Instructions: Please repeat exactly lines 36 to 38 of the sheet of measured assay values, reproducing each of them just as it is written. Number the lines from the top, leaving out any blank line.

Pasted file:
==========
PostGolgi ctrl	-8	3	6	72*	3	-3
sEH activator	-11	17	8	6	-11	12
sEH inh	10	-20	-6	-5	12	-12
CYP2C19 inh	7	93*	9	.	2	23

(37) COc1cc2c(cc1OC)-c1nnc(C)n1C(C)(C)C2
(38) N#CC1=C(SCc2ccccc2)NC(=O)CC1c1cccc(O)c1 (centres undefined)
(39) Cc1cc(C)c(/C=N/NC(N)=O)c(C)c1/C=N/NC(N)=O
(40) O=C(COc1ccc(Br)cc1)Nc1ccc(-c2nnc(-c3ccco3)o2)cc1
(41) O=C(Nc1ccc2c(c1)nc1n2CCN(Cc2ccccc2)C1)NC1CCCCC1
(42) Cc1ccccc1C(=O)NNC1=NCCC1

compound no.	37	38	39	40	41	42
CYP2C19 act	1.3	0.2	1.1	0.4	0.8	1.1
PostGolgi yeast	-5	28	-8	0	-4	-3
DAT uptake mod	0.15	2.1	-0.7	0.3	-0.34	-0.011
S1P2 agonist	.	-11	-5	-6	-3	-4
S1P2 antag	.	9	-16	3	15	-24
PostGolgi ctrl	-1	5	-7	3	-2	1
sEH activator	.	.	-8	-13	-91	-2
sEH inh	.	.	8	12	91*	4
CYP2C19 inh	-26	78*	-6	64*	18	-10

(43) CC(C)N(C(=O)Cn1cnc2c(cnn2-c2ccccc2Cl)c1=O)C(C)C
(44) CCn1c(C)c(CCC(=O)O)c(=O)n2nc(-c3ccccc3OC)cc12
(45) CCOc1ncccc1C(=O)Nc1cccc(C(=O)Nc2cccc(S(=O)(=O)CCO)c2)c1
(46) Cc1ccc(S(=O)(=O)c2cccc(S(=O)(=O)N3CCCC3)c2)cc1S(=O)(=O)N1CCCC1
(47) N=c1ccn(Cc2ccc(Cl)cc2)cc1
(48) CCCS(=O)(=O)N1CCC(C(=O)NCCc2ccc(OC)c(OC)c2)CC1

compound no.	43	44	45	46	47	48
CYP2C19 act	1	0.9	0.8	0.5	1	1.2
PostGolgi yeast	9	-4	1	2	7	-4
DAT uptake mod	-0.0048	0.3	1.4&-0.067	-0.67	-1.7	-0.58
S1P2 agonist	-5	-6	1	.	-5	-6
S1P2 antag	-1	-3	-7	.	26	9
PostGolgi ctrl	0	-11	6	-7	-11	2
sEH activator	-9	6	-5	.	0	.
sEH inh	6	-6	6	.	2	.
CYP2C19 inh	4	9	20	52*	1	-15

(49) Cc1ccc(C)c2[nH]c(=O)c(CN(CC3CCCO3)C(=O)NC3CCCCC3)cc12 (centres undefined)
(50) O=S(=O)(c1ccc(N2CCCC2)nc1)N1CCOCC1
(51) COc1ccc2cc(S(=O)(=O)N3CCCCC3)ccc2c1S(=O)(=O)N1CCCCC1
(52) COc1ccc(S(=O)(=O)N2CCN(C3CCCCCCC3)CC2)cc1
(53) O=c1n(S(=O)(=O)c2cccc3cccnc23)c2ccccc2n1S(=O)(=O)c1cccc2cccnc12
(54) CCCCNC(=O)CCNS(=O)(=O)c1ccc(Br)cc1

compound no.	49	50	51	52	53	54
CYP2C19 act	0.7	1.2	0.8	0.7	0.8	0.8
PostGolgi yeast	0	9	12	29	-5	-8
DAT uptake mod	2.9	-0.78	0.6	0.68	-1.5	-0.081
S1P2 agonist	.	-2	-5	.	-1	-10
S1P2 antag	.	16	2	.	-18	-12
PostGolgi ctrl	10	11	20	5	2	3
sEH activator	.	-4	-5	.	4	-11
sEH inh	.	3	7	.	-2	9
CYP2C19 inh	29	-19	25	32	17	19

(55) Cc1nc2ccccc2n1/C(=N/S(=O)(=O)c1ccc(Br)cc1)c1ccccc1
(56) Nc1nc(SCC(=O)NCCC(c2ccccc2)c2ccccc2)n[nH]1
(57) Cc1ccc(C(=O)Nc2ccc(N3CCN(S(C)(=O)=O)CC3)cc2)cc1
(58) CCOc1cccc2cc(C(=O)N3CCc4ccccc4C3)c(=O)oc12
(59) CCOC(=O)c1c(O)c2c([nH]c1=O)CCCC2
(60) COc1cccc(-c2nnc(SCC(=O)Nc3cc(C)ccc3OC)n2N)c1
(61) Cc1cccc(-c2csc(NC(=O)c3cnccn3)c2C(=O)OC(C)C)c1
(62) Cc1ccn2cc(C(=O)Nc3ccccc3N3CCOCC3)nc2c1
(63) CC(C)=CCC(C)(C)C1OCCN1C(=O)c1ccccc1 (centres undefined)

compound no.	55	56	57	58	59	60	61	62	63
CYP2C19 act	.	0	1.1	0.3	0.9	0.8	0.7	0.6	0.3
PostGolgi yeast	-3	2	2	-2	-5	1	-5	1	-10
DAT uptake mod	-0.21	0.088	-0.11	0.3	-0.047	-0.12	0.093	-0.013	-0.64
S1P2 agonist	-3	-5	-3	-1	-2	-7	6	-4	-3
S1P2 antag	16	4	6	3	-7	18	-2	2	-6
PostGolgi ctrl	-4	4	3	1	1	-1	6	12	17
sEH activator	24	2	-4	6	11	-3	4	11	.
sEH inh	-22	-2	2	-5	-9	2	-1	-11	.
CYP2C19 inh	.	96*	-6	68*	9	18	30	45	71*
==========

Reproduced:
CYP2C19 inh	4	9	20	52*	1	-15

(49) Cc1ccc(C)c2[nH]c(=O)c(CN(CC3CCCO3)C(=O)NC3CCCCC3)cc12 (centres undefined)
(50) O=S(=O)(c1ccc(N2CCCC2)nc1)N1CCOCC1